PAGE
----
by Johnna Sundberg
We've seen threats to the right to vote here in Wisconsin and in other states, which many consider attacks on the very notion of representative democracy.
It is critical for our nation to remain a tireless champion for human rights and democracy -- whether the threat is here, or abroad.
For instance, in Thailand, a military junta ousted the legally elected government in May with the backing of urban elites and business oligarchs. Now the junta has planned elections for October 2015, but there is a real question if the winners of these elections will assume meaningful office.
The general in charge, Prayuth Chan-ocha, has stated that elections are among the "issues" Thailand needs to solve. He has called the freely elected governments of the past a "parliamentary dictatorship" and questioned whether Thailand is "ready" to live in a democratic world.
Experts suggest that what the general is really hinting at is a future in Thailand where government leaders are chosen more by appointments than elections.
Of course, there is a reason that Thailand's elites are trying to diminish the importance of elections. That reason is because they cannot win.
Since the early 2000s, Thailand's wealthy business leaders and urban elites have repeatedly seen their preferred candidates defeated in popular elections. Time and again, their side has been trounced by parties that have the support of Thailand's growing rural working class.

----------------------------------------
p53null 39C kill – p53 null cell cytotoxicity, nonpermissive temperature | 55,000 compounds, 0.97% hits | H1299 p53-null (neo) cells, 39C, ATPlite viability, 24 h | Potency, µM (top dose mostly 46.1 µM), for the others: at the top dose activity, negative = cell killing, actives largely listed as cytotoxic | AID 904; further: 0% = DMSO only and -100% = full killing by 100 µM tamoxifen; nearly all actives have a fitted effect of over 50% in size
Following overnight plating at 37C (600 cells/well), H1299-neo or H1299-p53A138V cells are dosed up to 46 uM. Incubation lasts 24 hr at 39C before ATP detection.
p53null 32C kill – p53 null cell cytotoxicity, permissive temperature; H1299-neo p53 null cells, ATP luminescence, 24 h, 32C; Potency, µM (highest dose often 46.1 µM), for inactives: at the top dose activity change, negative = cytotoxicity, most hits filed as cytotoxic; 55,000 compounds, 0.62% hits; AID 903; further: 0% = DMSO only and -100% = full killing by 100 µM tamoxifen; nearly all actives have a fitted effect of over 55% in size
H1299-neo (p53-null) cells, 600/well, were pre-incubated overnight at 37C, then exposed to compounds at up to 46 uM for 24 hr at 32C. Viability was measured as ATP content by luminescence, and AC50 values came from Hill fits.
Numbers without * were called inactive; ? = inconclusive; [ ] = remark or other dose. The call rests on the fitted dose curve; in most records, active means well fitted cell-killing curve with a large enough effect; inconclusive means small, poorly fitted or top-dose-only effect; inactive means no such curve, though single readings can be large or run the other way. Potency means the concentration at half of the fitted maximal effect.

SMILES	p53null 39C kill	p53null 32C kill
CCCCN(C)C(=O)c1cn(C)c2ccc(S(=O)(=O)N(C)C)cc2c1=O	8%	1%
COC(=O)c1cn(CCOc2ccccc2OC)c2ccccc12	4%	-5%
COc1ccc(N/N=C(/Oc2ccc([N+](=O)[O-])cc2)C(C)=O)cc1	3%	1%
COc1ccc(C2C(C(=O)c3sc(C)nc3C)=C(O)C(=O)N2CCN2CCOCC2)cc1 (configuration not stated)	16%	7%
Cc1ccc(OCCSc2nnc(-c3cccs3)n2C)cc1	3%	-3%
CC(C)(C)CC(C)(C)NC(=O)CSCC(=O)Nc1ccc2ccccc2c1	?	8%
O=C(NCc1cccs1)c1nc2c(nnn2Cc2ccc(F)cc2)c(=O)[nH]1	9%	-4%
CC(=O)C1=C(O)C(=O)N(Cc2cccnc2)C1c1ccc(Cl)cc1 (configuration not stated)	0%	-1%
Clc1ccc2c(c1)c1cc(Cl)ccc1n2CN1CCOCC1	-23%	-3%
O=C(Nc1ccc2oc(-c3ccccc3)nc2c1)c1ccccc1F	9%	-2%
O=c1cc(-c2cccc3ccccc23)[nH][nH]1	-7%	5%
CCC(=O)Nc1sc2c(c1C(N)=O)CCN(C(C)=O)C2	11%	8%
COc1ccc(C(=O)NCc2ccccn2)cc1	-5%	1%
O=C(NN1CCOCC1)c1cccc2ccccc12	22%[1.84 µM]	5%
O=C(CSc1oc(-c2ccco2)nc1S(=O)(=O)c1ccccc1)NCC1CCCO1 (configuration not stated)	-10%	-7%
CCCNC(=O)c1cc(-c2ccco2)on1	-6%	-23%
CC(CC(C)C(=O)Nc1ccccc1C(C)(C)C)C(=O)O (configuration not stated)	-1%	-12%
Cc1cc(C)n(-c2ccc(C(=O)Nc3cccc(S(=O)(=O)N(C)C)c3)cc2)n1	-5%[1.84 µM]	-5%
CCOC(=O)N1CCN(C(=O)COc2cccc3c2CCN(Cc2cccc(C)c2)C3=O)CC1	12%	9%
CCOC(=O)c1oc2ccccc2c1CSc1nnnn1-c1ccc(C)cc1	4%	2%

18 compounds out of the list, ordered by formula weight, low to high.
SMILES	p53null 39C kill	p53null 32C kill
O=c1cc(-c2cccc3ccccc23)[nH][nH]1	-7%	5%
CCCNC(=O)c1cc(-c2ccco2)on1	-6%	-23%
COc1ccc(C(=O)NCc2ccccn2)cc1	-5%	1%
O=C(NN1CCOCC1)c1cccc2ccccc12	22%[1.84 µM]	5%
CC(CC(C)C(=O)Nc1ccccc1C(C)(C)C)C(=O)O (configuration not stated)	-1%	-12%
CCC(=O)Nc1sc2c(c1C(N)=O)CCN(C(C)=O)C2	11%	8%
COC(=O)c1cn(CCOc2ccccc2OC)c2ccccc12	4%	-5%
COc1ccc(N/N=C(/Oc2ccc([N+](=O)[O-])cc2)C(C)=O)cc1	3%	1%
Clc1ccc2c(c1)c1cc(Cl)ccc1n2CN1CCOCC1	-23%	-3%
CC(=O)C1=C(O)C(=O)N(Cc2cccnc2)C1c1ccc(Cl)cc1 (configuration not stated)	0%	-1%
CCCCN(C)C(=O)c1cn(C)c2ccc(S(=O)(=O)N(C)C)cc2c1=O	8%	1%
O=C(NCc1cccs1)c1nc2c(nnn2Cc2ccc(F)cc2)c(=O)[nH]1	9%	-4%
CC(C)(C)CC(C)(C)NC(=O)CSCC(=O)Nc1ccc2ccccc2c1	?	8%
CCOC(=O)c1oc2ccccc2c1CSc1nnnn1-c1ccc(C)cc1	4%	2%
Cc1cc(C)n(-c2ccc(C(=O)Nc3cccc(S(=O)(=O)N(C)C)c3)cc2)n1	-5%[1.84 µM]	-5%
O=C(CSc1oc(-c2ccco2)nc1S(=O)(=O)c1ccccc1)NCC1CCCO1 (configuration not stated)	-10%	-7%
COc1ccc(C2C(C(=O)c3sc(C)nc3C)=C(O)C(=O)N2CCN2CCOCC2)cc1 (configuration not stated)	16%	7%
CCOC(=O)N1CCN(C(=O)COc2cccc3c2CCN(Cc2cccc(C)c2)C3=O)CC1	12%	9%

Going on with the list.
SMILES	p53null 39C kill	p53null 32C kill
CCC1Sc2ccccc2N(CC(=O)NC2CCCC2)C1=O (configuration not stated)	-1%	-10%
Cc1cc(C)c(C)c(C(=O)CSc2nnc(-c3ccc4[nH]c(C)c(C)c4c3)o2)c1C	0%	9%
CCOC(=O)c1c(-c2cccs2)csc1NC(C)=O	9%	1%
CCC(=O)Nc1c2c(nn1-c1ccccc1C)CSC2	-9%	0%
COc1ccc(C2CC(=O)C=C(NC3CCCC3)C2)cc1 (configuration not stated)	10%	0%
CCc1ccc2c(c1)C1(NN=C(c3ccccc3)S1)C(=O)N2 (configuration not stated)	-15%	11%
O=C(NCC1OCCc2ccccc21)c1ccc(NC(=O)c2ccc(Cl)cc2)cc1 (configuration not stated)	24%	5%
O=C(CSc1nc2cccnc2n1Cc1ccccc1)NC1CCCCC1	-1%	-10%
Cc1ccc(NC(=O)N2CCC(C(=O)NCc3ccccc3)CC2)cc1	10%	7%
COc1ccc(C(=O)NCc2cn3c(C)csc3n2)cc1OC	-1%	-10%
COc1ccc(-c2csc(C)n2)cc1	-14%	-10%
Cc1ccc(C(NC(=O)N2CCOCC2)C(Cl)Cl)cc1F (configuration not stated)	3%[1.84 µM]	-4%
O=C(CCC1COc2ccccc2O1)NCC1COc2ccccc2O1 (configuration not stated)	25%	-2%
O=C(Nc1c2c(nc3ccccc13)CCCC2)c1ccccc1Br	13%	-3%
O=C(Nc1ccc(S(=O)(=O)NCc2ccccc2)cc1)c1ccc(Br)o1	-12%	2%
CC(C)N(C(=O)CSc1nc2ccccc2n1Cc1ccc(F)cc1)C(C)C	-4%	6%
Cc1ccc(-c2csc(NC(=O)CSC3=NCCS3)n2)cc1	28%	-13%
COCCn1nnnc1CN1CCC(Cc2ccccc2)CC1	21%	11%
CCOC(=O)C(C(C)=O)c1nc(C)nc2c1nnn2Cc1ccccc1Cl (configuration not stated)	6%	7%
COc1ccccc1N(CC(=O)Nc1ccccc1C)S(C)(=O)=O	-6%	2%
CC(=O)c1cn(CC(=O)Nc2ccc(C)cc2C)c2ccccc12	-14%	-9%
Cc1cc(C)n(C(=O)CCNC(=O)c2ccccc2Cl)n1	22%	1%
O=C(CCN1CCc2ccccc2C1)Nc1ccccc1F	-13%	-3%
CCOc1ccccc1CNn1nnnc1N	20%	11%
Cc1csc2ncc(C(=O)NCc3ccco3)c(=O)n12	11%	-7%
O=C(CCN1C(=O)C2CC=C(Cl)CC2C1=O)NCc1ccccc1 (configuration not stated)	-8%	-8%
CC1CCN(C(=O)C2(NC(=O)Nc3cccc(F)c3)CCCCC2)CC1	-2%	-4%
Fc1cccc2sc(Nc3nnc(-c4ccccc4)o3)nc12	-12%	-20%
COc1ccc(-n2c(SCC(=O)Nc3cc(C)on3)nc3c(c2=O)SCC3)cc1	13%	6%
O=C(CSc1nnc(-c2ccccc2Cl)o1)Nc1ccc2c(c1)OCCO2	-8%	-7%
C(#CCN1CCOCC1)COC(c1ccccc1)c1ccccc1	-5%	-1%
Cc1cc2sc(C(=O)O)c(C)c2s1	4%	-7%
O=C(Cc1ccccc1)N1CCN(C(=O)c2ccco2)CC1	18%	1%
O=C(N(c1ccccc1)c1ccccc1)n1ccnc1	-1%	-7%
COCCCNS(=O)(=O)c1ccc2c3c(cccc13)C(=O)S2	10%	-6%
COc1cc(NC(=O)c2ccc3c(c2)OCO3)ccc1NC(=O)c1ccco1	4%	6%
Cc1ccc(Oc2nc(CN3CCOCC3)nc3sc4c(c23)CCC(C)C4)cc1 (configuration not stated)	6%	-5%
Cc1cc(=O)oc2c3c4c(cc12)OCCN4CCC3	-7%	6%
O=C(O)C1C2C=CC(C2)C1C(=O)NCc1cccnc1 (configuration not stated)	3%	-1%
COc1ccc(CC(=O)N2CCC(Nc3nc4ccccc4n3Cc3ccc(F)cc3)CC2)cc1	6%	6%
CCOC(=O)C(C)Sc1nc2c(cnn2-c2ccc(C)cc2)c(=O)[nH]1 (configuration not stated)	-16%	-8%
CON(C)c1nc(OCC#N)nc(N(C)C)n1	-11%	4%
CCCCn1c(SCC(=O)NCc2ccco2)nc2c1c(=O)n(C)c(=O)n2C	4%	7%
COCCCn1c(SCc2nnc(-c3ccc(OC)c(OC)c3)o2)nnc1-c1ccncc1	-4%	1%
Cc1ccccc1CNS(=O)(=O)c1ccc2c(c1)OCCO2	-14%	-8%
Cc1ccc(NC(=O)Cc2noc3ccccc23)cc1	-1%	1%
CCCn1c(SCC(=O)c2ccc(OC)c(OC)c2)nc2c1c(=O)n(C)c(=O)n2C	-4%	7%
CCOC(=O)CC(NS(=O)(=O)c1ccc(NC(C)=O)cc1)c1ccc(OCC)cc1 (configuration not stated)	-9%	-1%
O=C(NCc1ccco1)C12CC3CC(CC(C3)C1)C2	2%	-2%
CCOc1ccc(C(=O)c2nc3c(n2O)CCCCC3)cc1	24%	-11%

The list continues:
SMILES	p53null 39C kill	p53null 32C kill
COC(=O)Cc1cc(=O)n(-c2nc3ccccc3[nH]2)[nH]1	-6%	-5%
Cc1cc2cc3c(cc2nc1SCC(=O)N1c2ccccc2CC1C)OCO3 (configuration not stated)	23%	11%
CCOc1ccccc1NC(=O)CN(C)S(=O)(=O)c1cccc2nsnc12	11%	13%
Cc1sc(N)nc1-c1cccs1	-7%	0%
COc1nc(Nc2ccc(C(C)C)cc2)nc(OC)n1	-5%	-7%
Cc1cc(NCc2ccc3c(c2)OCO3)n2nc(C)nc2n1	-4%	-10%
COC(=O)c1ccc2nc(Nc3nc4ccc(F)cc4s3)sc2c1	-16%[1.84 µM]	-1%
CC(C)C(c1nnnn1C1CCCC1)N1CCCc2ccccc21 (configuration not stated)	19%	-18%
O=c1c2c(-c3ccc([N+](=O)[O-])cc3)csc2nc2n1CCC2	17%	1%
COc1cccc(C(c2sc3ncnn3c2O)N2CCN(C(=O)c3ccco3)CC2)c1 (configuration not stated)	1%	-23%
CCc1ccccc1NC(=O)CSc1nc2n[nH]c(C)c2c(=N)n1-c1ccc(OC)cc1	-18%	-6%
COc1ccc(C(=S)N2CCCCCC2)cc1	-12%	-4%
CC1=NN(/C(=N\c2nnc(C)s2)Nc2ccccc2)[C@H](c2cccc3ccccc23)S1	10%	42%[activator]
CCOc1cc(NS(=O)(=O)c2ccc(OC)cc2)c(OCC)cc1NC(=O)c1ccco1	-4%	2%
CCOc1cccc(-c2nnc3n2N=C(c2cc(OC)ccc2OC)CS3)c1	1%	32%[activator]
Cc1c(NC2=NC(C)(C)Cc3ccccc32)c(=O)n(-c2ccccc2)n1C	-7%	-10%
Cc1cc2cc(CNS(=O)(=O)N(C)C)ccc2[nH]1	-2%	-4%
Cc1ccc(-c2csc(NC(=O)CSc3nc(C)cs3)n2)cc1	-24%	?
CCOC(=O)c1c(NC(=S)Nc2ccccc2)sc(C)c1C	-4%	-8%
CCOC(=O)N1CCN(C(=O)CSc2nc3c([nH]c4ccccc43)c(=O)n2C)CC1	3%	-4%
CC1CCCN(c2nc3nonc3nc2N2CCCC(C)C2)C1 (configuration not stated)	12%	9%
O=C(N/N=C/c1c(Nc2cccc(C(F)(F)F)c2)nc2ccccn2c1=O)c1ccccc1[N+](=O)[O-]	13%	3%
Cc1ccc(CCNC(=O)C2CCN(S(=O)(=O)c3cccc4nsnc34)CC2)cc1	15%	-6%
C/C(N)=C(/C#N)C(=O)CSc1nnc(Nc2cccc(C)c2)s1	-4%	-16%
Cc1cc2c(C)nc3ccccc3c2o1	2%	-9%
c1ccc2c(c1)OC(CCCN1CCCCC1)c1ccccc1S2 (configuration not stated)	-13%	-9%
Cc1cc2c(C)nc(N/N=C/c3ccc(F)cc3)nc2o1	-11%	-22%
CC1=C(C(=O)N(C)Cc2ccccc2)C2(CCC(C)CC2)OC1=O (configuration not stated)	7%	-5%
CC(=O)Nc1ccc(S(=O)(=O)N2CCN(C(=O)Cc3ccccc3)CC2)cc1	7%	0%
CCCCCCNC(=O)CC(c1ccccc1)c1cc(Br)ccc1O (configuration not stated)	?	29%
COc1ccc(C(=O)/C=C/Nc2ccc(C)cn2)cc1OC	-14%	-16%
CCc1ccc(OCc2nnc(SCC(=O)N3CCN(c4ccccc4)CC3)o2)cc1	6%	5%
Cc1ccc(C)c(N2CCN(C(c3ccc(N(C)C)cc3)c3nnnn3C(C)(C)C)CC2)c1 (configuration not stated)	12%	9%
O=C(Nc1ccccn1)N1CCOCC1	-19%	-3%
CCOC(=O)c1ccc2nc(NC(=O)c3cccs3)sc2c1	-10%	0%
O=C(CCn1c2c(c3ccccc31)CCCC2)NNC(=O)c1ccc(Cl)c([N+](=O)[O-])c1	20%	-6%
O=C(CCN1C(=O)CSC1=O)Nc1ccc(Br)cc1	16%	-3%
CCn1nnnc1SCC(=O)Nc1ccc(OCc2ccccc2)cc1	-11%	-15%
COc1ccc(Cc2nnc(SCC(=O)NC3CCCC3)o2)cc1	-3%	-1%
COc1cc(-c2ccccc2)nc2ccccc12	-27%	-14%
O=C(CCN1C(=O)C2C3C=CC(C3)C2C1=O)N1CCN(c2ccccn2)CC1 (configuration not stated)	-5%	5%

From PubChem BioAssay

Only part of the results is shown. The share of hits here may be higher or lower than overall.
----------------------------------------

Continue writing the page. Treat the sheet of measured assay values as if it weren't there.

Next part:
Rather than reaching out to these rural voters, as a political party might do in the United States, Thailand's military rulers demonstrate they are seeking instead to rewrite the rules of the game, again. In 2007, the military took control away from Thailand's populist prime minister and rewrote the constitution to weaken the power of his party. It didn't work, so now the military is trying once more. Just this month the country approved an interim constitution that gives the military more power.
Of course, the Thai people should be allowed to choose the destiny and shape of their government without outside interference. But given the statements made by military rulers, it is time that the international community voices its objections to any reforms that will silence the voices of Thailand's voters.
Immediately following the coup in May, U.S. Secretary of State John Kerry insisted that "the path forward for Thailand must include early elections that reflect the will of the people." The European Union similarly called for a "clear timetable" for elections.
While these statements were helpful, the Thai military's actions suggest the West may be putting the cart before the horse. After all, what good are elections if the results do not mean anything?
Thailand is a strong and important ally to many in the West and an important beacon of democracy in Southeast Asia. As history shows, the only way for the country to continue to prosper is through a government in which all citizens are allowed to participate and choose their leaders. By rewriting the constitution for the second time in 10 years, it appears the military and its allies are prepared to permanently rig the Thai political system.
Elections are important, but only if they mean something, too -- whether in Wisconsin, or halfway around the world.
Johnna Sundberg is a UW-Madison senior majoring in political science and economics with a focus on international affairs, and an intern at One Wisconsin Now.